Scholars who write about the Dark Enlightenment have employed the term “fascism” to describe it. The danger now is that distinct far-right anti-democratic movements, from European and American ethno-nationalism to techno-corporatist strains like the Dark Enlightenment, are converging, albeit with supporters who have been drawn in for different reasons.
.. the objective of fascist metapolitical dictionaries like those by Faye and Friberg is to insinuate innocent-sounding terms into public discourse in order to make once-unacceptable anti-democratic ideologies seem benign, thereby lessening public opposition to, if not licensing, anti-democratic action. When the fundamental democratic principle of equal respect is recast as “political correctness,” it is no surprise that people would become more accepting of politicians calling entire immigrant groups “rapists” and “snakes.”
.. we do not know if it is possible to adopt the language of hysteria about leftists, unions, Marxism, gender, and immigrants without also adopting other parts of the fascist package.
.. Intellectuals from Klemperer to James Baldwin have warned us about the costs of defeat in the semantic war, which we lose by adopting the vocabulary of our enemies.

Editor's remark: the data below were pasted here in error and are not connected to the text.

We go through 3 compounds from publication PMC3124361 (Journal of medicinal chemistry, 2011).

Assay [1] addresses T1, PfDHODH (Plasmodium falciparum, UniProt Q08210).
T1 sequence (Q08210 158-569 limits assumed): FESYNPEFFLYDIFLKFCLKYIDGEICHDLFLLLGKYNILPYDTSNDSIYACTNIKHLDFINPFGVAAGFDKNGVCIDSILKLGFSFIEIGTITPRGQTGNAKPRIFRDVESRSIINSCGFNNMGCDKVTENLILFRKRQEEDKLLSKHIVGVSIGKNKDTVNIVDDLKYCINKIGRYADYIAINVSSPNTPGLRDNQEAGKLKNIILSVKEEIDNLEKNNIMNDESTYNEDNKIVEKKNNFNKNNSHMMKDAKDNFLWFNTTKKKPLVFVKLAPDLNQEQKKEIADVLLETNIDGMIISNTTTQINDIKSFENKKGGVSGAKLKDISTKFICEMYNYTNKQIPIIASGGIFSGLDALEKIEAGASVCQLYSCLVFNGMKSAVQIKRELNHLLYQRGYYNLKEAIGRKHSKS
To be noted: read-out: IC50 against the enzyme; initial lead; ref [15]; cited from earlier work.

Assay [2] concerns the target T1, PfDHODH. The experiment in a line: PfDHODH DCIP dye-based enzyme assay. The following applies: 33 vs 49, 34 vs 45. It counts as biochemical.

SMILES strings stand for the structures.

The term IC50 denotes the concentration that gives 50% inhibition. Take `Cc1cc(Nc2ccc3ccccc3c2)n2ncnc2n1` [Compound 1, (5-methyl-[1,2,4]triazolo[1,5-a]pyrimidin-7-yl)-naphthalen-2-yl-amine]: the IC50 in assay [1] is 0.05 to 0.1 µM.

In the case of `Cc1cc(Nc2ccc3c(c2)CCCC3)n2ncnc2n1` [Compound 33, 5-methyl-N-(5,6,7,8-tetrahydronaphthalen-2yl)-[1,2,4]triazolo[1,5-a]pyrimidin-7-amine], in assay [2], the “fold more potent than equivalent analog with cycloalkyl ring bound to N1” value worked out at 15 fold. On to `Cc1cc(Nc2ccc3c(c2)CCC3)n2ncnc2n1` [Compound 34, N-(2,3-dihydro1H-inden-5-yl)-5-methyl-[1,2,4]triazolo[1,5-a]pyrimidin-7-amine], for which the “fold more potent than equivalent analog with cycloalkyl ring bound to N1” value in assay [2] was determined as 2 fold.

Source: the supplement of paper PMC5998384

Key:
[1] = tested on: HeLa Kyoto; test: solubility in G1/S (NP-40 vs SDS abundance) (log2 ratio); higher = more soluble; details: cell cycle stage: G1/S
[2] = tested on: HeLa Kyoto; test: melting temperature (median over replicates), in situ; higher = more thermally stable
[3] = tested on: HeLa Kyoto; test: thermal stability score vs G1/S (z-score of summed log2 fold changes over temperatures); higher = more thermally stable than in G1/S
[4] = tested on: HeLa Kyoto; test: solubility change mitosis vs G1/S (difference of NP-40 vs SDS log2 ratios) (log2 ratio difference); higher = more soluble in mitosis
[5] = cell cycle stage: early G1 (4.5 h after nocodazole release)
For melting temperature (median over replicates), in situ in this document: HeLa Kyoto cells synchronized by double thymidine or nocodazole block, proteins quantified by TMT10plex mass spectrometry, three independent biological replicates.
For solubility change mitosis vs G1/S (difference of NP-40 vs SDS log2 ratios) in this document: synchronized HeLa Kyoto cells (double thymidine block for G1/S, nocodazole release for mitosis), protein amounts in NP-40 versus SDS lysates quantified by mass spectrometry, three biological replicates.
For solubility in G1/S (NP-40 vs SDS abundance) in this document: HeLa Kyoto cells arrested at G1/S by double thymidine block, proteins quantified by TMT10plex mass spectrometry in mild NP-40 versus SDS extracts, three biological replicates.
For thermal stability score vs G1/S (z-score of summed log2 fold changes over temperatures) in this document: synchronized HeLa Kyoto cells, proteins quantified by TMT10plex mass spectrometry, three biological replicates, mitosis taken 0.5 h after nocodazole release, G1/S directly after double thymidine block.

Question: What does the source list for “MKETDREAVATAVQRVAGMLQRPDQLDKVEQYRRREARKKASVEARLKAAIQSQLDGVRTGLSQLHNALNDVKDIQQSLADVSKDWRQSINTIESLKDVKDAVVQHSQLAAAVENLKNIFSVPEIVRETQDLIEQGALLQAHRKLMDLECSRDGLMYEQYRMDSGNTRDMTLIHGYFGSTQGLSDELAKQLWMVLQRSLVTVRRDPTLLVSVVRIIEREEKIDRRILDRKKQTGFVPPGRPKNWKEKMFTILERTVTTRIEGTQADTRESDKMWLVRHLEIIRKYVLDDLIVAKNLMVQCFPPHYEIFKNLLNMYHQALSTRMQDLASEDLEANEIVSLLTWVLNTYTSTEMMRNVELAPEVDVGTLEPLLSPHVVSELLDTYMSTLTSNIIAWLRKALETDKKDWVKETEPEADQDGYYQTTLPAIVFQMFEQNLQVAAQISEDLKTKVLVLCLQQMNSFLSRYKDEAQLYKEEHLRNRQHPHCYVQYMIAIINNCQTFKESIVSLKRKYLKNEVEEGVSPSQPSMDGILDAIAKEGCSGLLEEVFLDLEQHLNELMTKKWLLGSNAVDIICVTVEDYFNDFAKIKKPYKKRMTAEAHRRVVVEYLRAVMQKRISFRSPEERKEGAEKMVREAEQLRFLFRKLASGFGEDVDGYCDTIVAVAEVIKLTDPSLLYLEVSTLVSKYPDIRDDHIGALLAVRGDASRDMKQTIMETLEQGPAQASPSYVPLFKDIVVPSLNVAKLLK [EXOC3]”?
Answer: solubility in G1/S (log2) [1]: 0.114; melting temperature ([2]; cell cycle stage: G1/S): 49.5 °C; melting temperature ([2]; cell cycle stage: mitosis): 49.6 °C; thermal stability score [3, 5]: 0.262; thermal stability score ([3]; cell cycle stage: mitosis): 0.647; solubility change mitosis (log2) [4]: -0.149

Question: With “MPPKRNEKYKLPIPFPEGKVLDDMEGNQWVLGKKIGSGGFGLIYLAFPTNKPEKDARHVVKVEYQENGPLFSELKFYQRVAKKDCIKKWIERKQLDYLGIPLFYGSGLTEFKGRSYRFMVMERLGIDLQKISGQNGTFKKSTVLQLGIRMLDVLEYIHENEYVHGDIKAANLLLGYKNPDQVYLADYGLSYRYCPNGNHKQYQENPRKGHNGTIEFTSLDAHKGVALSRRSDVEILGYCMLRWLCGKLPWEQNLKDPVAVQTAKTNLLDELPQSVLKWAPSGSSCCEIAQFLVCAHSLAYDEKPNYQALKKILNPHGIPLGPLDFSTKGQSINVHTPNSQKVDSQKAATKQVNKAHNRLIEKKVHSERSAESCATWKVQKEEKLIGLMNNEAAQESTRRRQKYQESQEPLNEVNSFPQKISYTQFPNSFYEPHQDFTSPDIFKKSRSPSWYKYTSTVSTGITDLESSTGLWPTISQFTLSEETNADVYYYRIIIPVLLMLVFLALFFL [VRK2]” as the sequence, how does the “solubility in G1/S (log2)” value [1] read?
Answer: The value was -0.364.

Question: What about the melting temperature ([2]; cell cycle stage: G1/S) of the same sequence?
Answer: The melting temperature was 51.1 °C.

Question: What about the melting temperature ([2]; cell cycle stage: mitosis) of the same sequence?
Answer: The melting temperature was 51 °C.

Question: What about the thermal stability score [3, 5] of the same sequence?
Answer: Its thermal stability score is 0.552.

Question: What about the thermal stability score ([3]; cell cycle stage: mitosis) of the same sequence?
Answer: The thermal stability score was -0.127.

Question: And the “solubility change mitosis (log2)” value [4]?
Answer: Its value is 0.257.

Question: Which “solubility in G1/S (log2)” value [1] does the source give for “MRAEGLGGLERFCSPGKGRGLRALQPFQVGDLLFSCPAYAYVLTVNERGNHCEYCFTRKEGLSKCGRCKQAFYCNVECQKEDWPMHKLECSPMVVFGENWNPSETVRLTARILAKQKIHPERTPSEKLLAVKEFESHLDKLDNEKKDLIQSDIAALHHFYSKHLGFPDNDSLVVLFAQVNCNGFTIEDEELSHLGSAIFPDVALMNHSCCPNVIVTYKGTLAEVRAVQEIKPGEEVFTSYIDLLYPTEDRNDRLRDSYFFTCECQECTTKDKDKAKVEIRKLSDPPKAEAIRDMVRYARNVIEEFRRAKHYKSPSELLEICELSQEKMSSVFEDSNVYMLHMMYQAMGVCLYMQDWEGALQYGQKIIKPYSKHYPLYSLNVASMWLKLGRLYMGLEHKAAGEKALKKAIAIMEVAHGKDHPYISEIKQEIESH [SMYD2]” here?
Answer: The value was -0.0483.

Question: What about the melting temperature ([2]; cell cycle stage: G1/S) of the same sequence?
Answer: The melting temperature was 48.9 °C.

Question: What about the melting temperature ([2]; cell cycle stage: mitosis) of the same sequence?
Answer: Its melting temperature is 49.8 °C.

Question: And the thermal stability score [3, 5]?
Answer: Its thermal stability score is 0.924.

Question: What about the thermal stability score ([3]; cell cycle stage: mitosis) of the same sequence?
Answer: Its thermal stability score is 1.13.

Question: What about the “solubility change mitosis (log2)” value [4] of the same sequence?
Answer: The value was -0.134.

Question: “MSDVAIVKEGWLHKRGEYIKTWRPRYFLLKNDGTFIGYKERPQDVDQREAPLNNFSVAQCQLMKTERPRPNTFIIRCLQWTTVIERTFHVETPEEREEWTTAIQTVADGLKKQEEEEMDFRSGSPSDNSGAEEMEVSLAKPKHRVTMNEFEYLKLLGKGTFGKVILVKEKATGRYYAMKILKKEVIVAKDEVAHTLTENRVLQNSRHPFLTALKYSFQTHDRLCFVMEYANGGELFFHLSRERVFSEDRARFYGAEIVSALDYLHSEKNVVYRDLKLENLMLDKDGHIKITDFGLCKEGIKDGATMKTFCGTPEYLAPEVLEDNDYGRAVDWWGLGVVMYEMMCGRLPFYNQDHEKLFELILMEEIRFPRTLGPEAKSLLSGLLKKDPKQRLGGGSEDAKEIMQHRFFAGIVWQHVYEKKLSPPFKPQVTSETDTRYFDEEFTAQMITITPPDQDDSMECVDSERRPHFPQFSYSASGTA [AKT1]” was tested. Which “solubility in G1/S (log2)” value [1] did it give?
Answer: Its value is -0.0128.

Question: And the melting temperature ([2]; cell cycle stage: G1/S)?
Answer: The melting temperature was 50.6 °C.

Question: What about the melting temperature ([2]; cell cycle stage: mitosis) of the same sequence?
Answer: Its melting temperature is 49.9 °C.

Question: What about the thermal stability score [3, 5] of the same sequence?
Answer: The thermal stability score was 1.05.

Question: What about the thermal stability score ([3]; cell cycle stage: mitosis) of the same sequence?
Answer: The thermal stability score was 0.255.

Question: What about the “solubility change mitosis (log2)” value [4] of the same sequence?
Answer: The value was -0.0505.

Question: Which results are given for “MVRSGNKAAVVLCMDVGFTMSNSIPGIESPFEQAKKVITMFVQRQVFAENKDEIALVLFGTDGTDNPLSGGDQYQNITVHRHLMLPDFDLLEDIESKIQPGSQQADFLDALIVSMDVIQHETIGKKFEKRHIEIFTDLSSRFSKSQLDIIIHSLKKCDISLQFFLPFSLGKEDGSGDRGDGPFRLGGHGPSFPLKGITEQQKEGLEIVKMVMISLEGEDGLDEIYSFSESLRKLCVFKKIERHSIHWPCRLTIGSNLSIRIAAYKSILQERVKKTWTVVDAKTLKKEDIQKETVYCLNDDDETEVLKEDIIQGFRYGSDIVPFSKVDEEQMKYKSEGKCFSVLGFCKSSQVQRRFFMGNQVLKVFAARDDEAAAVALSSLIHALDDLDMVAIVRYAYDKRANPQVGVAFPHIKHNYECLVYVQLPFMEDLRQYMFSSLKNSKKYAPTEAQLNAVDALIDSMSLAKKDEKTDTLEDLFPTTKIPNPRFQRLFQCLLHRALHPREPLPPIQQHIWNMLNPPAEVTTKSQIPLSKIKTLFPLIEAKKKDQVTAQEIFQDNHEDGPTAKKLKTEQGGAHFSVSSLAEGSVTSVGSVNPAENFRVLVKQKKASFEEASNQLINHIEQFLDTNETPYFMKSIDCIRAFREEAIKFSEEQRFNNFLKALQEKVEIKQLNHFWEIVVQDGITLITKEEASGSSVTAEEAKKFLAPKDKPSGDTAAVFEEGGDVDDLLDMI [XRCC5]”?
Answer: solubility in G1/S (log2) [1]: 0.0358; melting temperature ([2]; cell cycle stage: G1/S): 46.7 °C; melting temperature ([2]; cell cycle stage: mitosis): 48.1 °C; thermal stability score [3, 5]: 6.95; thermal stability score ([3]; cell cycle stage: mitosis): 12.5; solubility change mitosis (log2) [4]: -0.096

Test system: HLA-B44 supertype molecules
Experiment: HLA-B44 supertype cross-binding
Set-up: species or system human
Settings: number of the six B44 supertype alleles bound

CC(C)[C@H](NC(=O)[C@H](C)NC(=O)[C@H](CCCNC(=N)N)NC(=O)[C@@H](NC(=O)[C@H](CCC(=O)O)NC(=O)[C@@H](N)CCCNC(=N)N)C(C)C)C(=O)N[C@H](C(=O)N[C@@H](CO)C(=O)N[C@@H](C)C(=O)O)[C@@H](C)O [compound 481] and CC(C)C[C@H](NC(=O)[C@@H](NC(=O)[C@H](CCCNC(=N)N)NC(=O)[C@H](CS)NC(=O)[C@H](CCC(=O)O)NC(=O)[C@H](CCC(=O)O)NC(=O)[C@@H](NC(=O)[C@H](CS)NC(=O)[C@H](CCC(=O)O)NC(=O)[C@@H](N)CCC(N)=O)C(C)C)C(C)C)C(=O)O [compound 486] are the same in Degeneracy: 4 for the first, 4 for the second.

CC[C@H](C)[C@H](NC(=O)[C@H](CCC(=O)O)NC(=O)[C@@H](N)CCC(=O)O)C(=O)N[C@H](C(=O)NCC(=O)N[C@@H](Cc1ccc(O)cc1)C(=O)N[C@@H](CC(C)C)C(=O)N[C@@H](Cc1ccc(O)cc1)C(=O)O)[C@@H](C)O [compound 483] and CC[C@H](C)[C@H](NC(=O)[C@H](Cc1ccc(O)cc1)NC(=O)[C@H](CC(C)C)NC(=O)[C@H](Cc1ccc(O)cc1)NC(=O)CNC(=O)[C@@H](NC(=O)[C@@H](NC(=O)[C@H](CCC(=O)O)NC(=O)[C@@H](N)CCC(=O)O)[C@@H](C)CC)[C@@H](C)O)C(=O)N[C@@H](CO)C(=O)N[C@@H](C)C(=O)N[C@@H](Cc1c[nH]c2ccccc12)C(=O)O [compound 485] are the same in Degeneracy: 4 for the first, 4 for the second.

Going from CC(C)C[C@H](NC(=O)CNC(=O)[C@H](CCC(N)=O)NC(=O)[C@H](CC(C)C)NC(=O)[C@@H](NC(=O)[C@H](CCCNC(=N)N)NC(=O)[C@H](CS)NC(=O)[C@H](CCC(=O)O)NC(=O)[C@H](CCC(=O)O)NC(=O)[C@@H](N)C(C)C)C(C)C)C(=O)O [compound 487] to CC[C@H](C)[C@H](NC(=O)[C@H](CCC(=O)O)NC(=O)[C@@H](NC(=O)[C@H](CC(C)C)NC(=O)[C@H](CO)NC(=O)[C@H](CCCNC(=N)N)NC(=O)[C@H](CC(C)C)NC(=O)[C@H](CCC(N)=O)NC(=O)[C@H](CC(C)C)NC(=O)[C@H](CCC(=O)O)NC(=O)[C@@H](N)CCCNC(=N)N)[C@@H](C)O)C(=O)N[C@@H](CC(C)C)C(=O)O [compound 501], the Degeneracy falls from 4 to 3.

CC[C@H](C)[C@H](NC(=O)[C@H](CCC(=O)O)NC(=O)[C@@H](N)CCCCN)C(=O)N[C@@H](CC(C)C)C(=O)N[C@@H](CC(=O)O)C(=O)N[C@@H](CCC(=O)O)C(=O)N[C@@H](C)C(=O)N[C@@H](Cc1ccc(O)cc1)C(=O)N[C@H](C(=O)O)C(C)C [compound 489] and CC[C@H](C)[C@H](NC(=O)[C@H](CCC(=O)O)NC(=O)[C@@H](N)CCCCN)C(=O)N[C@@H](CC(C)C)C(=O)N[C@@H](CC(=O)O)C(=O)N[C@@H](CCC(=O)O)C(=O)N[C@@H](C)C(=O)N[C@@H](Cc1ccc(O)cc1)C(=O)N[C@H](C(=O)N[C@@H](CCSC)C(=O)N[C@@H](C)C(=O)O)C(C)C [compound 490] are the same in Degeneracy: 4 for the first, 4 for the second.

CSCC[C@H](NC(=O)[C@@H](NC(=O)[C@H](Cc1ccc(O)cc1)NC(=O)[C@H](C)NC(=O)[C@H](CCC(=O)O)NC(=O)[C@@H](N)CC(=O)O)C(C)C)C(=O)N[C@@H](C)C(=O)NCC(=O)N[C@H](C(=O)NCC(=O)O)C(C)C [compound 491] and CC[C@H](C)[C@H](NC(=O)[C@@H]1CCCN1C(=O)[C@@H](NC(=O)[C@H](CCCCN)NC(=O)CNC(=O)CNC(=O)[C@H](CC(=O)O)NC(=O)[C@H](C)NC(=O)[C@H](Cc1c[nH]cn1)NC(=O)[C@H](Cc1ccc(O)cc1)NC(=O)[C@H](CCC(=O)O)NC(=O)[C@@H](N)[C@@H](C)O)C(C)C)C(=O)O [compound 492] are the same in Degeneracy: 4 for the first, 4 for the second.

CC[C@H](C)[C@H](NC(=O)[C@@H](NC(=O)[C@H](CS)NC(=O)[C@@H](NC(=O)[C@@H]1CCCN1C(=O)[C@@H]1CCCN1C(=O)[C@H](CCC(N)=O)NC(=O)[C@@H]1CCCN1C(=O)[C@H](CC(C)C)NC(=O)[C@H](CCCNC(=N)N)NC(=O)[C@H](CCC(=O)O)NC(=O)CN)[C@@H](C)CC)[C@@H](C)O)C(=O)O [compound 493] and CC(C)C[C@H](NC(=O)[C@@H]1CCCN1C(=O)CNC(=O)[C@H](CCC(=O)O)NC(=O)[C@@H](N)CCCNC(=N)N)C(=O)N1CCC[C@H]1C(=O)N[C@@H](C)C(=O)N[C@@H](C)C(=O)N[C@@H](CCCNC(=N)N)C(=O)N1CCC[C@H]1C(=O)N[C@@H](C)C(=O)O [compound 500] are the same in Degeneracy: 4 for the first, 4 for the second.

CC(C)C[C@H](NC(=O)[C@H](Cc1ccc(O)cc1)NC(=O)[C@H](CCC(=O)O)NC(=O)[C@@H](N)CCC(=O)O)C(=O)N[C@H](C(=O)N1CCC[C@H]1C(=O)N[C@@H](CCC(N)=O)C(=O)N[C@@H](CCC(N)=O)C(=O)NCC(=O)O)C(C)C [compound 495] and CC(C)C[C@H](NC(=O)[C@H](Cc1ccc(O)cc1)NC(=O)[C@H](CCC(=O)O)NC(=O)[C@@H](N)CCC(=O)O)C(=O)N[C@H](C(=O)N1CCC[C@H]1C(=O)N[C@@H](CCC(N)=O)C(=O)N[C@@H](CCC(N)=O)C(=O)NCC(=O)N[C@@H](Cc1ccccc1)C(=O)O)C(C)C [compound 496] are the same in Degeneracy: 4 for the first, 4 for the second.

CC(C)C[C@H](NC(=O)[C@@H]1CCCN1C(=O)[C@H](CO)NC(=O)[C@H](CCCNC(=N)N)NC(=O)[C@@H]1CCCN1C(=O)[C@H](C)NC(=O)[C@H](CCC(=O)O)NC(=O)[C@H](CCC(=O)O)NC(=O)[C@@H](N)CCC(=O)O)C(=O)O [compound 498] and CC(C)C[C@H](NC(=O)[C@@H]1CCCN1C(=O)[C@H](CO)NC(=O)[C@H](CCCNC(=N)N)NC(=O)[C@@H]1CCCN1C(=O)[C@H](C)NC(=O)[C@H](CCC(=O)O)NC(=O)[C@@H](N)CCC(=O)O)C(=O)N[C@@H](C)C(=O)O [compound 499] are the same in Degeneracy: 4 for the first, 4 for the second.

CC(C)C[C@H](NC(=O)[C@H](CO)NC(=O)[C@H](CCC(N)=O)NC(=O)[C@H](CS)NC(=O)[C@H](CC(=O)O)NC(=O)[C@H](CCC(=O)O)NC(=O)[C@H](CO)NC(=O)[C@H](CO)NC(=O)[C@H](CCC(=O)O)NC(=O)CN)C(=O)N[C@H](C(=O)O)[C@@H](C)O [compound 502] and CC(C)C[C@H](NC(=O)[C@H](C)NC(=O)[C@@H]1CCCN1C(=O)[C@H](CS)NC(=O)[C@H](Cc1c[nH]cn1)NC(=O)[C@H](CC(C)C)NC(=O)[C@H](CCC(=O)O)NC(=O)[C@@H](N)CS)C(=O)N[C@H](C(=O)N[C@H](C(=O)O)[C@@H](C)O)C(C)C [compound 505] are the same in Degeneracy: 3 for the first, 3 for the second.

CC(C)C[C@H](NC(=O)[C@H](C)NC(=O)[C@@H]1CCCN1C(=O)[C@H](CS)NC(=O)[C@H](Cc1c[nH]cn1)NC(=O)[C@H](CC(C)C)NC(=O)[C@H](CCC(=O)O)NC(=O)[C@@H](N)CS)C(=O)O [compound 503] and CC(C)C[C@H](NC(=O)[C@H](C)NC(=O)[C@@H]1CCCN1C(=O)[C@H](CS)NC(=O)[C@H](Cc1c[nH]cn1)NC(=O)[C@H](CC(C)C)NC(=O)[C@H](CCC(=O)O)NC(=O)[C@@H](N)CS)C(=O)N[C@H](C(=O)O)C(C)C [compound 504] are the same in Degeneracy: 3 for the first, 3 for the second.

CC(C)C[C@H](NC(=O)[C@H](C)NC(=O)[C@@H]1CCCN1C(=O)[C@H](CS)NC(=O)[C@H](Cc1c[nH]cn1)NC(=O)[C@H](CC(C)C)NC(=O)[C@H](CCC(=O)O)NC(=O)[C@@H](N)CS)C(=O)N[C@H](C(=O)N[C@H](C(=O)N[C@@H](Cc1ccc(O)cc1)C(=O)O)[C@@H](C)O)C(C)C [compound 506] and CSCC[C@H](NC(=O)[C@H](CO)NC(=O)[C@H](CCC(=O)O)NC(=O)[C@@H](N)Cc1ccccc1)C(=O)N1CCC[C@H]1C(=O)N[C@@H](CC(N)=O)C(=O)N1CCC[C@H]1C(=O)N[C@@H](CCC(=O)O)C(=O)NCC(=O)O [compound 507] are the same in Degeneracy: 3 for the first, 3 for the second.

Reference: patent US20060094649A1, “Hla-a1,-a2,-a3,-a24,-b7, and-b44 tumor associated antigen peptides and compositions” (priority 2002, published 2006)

We get the term “postmodern,” at least in its current, philosophical sense, from the title of Jean-François Lyotard’s 1979 book, “The Postmodern Condition: A Report on Knowledge.” It described the state of our era by building out Lyotard’s observations that society was becoming a “consumer society,” a “media society” and a “postindustrial society,” as postmodern theorist Fredric Jameson points out in his foreword to Lyotard’s book. Lyotard saw these large-scale shifts as game-changers for art, science and the broader question of how we know what we know. This was a diagnosis, not a political outcome that he and other postmodernist theorists agitated to bring about.Another thinker, Jean Baudrillard, developed the concept of the “simulacrum,” a copy without an original, that leads to the “hyperreal,” a collection of signs or images purporting to represent something that actually exists (such as photos of wartime combat) but ultimately portraying a wild distortion not drawn from reality... By the 1980s, conservative scholars like Allan Bloom — author of the influential “The Closing of the American Mind” — challenged postmodern theorists, not necessarily for their diagnosis of the postmodern condition but for accepting that condition as inevitable... Unlike so many of today’s critics, Bloom understood that postmodernism didn’t emerge simply from the pet theories of wayward English professors. Instead, he saw it as a cultural moment brought on by forces greater than the university... Bloom was particularly worried about students — as reflections of society at large — pursuing commercial interests above truth or wisdom. Describing what he saw as the insidious influence of pop music, Bloom lamented “parents’ loss of control over their children’s moral education at a time when no one else is seriously concerned with it.” He called the rock music industry “perfect capitalism, supplying to demand and helping create it,” with “all the moral dignity of drug trafficking.”.. Kimball called “Tenured Radicals,” in his 1990 polemic against the academic left. At the heart of this accusation is the tendency to treat postmodernism as a form of left-wing politics — with its own set of tenets — rather than as a broader cultural moment that left-wing academics diagnosed... it treats Lyotard and his fellows as proponents of a world where objective truth loses all value, rather than analysts who wanted to explain why this had already happened... If you’re going to claim that Trumpism and alt-right relativism are consequences of the academic left’s supposition about what was happening, you must demonstrate a causal link. But commentators looking to trace these roots play so fast and loose with causality that they could easily be called postmodernist themselves... It is certainly correct that today’s populist right employs relativistic arguments: For example, “identity politics” is bad when embraced by people of color, but “identitarianism” — white-nationalist identity politics — is good and necessary for white “survival.” But simply because this happens after postmodernism doesn’t mean it happens because of postmodernism.. figures such as “intelligent design” theorist Phillip Johnson and conspiracy theorist Mike Cernovich cite the influence of postmodernist theory on their projects. Yet, as McIntyre acknowledges — and documents extensively in his book — right-wing think tanks and corporate-backed fronts — like tobacco industry “research” — had already established an “alternative facts” program for the right, long before creative misinformation entrepreneurs came around... because reading postmodern theory is so notoriously difficult — partly because of how philosophical jargon gets translated, and partly because so much of the writing is abstruse and occasionally unclarifiable — an undergraduate (as in Cernovich’s case) or a layperson will almost inevitably come away with misreadings... Hannah Arendt’s 1951 “The Origins of Totalitarianism”: “The ideal subject of totalitarian rule is not the convinced Nazi or the convinced communist, but people for whom the distinction between fact and fiction . . . and the distinction between true and false . . . no longer exist.”.. “The deliberate falsehood and the outright lie used as legitimate means to achieve political ends,” writes Arendt in her 1971 essay “Lying in Politics ,” “have been with us since the beginning of recorded history.”.. Fredric Jameson’s reflections on conspiracy theory (“the poor person’s cognitive mapping in the postmodern age”) aren’t what’s convincing people to believe that climate change is a hoax or that the Democratic Party has been running a pedophilia ring out of a Washington pizza parlor.